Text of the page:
Jailer: GI in WikiLeaks case needed to speak up

Published on NewsOK Modified: December 7, 2012 at 5:55 pm •  Published: December 7, 2012
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Barnes characterized the dispute Friday as a difference of professional opinion.

She said Manning's history of suicidal thoughts before he arrived at Quantico in July 2010, and his generally uncommunicative behavior in the brig, weighed heavily on her decision to keep him tightly confined despite almost weekly psychiatric evaluations that found him at little risk of self-harm and in no need of segregation.

"They would say, from a psychiatric standpoint, there's really nothing. But we all know you don't have to have a mental health issue to want to kill yourself," Barnes said. She then cited the case of Kansas City Chiefs linebacker Jovan Belcher, who fatally shot his girlfriend and himself last week.

She said Manning never directly approached her to explain why he believed he was no longer a suicide risk and why he deserved relief from restrictions including confinement to his cell 23 hours a day.

"He never did it. I would hope every day," she said.

On cross examination, Barnes acknowledged that Manning had told a brig counselor he felt "lucid" at Quantico, unlike his state of mind when he made a noose out of a bedsheet in a cell in Kuwait shortly after his arrest.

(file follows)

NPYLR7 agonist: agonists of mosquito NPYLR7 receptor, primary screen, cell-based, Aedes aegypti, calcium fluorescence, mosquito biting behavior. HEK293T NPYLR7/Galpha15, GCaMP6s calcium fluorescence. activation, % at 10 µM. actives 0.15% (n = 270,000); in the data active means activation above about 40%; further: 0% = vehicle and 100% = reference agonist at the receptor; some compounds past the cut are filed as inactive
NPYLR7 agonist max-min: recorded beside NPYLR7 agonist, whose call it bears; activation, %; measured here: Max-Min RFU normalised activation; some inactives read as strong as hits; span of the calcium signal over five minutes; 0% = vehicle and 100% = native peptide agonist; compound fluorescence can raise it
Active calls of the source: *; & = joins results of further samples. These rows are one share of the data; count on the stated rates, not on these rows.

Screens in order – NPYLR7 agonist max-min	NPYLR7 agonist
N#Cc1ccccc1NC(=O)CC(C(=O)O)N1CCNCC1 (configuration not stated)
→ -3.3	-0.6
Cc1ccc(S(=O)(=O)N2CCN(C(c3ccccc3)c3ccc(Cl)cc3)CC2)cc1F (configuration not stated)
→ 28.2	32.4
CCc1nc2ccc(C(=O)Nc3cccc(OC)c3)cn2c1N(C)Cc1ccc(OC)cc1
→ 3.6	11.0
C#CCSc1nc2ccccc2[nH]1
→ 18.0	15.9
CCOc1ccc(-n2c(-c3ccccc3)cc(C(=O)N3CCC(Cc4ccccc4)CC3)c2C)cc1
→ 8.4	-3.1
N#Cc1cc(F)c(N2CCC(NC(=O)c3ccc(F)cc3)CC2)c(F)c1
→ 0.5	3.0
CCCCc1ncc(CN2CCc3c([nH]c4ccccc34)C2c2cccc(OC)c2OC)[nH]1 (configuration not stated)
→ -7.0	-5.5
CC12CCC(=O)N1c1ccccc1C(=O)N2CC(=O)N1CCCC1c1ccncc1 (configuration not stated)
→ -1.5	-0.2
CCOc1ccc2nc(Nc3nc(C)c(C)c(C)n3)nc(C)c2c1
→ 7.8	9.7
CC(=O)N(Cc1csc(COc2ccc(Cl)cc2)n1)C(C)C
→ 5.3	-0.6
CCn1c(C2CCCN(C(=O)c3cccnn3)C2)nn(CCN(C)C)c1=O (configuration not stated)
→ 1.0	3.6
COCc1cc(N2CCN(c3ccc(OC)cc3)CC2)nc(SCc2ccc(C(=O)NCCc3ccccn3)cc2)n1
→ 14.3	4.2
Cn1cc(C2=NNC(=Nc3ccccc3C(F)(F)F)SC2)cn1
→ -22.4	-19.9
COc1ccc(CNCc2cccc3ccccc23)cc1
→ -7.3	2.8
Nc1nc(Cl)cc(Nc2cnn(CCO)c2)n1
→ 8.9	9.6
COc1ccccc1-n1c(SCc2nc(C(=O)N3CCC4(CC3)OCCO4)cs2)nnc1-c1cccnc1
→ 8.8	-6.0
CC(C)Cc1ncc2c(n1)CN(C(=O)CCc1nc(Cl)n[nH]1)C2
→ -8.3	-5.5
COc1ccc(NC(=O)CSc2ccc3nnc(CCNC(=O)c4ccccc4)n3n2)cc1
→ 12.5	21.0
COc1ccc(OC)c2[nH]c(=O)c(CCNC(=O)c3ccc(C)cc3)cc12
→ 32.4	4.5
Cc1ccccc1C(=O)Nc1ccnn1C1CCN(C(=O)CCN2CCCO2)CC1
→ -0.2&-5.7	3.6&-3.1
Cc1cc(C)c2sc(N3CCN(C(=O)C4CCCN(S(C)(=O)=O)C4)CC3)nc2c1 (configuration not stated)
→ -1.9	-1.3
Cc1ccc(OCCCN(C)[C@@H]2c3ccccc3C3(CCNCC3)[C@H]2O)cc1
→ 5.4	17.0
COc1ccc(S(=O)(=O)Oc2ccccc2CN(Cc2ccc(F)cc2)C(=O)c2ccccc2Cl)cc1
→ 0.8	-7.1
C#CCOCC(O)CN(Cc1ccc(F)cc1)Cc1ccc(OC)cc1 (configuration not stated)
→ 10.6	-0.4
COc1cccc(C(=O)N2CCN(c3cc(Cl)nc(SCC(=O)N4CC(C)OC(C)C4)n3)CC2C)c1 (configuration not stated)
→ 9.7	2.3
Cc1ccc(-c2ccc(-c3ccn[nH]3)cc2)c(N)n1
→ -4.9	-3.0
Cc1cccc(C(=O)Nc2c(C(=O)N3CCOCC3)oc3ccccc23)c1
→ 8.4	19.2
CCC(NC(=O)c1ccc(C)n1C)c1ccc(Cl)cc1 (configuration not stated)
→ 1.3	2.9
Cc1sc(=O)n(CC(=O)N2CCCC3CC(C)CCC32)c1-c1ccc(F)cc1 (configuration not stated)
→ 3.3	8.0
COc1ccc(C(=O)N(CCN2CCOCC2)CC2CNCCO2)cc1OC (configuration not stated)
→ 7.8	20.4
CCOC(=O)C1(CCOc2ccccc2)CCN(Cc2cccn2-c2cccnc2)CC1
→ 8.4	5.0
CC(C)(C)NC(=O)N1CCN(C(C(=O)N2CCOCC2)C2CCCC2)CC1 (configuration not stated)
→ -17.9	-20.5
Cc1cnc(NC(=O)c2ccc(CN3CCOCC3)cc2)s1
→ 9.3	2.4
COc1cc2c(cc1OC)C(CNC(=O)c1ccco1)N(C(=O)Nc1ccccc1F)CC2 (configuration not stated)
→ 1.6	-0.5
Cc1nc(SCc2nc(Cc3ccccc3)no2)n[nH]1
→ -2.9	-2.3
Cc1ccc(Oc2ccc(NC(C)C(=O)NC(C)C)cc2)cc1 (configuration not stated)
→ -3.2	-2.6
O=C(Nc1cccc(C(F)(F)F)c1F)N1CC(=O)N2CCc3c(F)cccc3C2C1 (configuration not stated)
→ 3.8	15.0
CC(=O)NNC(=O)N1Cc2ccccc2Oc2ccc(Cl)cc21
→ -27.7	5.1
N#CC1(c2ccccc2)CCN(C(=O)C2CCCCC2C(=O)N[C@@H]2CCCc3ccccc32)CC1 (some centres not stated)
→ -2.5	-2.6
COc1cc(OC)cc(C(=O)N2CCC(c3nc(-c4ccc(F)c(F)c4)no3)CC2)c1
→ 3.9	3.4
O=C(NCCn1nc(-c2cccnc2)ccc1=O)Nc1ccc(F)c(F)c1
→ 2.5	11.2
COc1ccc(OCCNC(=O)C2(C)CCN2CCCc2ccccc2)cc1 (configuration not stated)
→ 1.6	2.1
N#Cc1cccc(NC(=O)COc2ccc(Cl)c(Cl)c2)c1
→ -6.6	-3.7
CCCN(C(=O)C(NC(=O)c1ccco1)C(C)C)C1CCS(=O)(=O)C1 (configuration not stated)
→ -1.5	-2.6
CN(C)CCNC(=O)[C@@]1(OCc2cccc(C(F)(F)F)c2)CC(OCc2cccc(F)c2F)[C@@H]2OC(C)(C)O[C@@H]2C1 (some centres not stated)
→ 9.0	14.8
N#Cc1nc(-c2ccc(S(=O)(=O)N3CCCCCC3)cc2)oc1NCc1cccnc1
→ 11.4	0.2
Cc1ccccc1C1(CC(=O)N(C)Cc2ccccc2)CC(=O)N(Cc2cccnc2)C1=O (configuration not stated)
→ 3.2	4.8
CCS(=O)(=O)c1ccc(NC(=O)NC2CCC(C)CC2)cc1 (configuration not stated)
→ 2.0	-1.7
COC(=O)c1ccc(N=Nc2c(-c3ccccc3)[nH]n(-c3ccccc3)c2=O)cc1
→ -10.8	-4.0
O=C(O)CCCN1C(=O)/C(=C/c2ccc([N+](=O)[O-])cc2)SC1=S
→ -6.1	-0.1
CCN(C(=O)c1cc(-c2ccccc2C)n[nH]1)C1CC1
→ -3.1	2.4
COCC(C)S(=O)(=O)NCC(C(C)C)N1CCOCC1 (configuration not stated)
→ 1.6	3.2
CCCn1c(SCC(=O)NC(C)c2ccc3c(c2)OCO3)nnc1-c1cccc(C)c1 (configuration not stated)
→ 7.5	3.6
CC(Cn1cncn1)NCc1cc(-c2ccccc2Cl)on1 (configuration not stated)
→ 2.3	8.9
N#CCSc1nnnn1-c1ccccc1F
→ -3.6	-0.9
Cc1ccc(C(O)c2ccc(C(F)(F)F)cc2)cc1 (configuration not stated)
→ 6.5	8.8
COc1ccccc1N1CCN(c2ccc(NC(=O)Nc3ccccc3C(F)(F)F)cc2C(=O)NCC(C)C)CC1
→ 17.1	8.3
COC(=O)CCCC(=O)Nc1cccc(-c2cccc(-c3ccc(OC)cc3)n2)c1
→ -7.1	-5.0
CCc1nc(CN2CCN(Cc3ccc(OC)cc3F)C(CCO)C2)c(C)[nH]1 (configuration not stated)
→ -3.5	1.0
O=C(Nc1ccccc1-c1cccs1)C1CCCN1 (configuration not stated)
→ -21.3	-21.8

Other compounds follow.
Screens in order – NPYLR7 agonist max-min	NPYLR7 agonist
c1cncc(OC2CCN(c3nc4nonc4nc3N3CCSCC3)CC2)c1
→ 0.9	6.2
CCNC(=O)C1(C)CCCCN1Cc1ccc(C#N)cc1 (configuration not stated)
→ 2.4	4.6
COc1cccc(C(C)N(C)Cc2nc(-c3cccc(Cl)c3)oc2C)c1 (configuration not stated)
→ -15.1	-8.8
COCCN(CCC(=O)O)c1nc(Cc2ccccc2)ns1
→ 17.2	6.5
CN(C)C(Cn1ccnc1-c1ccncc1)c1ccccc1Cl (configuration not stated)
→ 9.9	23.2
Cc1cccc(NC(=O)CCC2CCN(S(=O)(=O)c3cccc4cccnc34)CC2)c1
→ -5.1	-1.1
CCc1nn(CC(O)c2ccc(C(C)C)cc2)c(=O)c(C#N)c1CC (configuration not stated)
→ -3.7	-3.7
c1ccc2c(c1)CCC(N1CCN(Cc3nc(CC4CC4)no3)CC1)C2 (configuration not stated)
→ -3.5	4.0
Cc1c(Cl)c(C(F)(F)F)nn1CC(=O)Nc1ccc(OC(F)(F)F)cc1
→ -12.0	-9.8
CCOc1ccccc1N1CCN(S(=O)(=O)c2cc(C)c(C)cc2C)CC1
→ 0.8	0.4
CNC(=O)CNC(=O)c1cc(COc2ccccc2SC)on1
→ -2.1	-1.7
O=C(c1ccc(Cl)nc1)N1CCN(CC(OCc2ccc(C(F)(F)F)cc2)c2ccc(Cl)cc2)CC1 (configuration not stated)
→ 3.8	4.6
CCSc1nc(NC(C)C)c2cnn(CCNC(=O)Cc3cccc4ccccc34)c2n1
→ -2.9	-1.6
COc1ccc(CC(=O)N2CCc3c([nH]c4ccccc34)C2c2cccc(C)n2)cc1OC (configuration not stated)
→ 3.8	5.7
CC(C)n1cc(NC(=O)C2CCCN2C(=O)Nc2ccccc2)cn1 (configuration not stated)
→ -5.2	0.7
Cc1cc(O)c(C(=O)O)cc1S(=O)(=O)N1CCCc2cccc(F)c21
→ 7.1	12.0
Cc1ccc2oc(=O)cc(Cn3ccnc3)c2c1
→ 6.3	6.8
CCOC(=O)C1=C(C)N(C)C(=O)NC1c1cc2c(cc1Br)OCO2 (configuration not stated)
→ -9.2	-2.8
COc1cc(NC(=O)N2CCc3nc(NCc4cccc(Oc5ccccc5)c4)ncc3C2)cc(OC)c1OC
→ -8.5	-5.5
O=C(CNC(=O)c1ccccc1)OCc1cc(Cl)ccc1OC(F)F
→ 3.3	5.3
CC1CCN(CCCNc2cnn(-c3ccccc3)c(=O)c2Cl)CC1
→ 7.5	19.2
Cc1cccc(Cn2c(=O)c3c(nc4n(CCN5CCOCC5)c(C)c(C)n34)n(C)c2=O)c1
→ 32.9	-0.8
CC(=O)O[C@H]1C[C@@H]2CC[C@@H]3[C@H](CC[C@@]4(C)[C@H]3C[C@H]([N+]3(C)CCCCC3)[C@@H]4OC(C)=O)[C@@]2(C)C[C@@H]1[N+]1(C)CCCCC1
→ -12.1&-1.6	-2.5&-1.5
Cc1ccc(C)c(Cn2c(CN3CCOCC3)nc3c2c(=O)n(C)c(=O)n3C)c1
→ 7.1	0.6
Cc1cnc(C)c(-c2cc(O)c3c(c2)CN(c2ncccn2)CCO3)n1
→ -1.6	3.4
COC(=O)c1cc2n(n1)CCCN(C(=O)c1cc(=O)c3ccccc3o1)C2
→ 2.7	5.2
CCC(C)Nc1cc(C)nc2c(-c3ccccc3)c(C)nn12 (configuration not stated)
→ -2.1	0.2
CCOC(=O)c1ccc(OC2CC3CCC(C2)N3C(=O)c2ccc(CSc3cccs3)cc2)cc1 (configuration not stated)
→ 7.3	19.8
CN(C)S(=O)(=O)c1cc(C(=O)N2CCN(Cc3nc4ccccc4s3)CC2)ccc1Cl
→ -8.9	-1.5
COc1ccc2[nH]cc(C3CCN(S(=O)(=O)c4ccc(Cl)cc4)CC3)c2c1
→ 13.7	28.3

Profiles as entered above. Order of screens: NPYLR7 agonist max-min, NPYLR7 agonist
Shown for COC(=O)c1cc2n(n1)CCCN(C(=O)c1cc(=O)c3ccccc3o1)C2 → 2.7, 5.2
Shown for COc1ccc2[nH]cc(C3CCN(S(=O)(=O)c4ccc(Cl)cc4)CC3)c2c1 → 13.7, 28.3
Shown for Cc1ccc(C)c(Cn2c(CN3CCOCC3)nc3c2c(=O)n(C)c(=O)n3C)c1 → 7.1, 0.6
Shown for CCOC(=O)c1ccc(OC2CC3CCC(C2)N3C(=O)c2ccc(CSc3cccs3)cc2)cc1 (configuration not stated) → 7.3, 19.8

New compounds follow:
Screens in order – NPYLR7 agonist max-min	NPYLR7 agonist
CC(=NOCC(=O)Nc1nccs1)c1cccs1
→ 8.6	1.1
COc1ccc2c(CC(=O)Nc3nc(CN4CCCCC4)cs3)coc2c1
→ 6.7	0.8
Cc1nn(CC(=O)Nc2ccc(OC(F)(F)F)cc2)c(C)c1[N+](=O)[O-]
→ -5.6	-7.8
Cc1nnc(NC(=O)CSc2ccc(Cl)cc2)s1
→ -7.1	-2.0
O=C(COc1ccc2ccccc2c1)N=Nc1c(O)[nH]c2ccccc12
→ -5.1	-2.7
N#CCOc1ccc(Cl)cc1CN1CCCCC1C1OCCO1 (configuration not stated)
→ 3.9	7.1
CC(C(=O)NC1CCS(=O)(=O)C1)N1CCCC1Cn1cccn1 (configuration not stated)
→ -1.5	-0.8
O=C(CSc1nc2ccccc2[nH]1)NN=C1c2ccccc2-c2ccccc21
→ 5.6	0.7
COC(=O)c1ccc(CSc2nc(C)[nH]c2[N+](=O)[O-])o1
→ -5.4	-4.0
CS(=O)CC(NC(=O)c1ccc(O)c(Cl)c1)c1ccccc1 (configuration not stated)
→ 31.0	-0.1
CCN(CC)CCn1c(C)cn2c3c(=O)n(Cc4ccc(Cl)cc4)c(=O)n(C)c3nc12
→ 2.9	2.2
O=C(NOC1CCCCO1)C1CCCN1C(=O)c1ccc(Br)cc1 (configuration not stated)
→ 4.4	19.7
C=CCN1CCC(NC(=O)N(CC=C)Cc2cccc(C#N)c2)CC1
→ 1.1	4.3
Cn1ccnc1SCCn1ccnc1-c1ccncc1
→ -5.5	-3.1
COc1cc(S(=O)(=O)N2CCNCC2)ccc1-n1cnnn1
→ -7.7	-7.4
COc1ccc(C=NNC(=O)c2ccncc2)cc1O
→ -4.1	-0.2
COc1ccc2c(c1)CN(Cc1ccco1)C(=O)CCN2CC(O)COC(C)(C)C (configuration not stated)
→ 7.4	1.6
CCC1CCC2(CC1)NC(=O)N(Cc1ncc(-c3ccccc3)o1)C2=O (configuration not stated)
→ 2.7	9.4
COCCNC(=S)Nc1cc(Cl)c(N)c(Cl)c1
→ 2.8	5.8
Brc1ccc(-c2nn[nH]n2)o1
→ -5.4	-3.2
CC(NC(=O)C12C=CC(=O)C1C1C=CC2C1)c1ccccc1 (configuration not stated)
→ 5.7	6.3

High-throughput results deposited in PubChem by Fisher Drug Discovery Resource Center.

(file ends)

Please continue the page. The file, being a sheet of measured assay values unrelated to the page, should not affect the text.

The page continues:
And she indicated that even a spoken threat of suicide doesn't necessarily signal intent.

"If somebody really wants to commit suicide, they're not going to tell us that," she said.

The government must prove by a preponderance of evidence that brig officials justifiably believed the strict conditions were needed to keep Manning from hurting or killing himself.

The 24-year-old native of Crescent, Okla., was an intelligence analyst in Iraq. He is charged with 22 offenses, including aiding the enemy, which carries a maximum penalty of life in prison. He is accused of leaking hundreds of thousands of classified Iraq and Afghanistan war logs and more than 250,000 diplomatic cables while working as an intelligence analyst in Baghdad in 2009 and 2010.

He is also charged with leaking a 2007 video clip of a U.S. helicopter crew gunning down 11 men later found to have included a Reuters news photographer and his driver. The Pentagon concluded the troops acted appropriately, having mistaken the camera equipment for weapons.